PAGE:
Steele v. Johnson

Annotate this Case

76 Wn.2d 750 (1969)

458 P.2d 889

PAT STEELE, Appellant, v. C. MONTGOMERY JOHNSON et al., Respondents.[*]

No. 39821.

The Supreme Court of Washington, Department One.

September 18, 1969.

*751 Patrick M. Steele, for appellant.

Edward N. Lange and Thomas R. Beierle, for respondents.

WEAVER, J.

In a well-considered memorandum opinion, the trial judge wrote:

Neither by treating the matter as a motion for summary judgment on the pleadings under Rule 12 (c), nor as a motion for summary judgment under Rule 56, could the plaintiff by any theory prevail. Plaintiff did not state a cause of action and the matters alleged are not ones subject to judicial relief.

Plaintiff appeals from a judgment dismissing his action with prejudice. His assignments of error present one issue: does his complaint, supplemented by the record available for consideration on motion for summary judgment or for judgment on the pleadings, state a claim?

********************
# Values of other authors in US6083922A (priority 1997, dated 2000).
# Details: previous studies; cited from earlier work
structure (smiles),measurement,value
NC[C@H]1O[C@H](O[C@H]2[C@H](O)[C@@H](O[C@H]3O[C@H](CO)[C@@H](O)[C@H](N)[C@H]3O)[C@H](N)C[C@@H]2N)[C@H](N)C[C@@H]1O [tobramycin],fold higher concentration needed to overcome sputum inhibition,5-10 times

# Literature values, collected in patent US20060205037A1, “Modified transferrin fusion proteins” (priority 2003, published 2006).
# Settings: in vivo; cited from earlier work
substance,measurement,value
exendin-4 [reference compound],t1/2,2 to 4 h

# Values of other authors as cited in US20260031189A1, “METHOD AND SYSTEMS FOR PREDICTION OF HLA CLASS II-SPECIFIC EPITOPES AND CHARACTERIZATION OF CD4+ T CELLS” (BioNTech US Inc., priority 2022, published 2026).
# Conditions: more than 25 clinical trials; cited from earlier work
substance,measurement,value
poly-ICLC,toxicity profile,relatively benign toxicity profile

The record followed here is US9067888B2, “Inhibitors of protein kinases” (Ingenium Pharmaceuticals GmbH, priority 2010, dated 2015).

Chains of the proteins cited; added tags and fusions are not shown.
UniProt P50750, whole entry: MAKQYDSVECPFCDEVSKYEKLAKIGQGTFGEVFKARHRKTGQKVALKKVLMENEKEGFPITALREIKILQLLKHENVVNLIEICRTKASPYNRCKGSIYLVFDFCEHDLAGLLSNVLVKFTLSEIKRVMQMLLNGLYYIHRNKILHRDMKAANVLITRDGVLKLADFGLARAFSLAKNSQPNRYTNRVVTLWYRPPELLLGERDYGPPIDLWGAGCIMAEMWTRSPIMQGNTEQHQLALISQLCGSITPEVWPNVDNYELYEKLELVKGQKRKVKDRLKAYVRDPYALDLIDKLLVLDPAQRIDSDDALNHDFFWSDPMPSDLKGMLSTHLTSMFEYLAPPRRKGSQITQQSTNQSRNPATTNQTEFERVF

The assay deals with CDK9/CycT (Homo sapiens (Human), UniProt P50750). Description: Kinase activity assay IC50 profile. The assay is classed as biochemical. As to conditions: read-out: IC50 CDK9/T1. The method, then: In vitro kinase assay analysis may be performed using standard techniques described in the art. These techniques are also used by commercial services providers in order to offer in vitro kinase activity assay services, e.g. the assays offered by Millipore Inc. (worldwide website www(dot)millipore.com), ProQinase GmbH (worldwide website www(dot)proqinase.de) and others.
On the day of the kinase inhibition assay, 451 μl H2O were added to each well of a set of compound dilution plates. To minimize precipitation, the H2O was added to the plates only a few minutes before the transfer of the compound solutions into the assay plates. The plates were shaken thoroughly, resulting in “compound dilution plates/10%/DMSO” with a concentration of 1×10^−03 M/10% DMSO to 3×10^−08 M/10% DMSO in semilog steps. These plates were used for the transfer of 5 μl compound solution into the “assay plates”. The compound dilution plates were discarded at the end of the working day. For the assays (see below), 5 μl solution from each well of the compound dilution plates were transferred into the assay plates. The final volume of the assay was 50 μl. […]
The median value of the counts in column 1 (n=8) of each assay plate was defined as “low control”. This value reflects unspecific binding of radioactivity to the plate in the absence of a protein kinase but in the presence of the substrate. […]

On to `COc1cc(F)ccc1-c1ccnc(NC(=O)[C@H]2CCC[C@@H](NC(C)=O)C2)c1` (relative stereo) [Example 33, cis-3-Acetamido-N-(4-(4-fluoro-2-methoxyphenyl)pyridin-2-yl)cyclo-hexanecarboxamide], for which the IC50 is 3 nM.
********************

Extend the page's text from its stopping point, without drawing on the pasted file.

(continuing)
September 20, 1966, plaintiff was a candidate, together with three others, for the Republican nomination for the office of United States Representative, Sixth Congressional District. He was unsuccessful.

Subsequent to the primary election, he filed this action against the Washington State Republican Committee, its chairman, C. Montgomery Johnson; the Kitsap County Republican Central Committee, its chairman, Wayne Erickson; and the National Republican Congressional Committee and Buehl Berentson, the Western Field Representative of the National Committee.

[1] Plaintiff sought judgment for the amount of his campaign expenditures and for treble the amount if it were found that defendants' conduct was willful and intentional. This plea is completely frivolous. This jurisdiction has never had the doctrine of punitive damages, absent statutory authorization. Maki v. Aluminium Bldg. Prods., 73 *752 Wn.2d 23, 436 P.2d 186 (1968). The request for this relief is a "red herring."

The crux of the complaint is found in this allegation: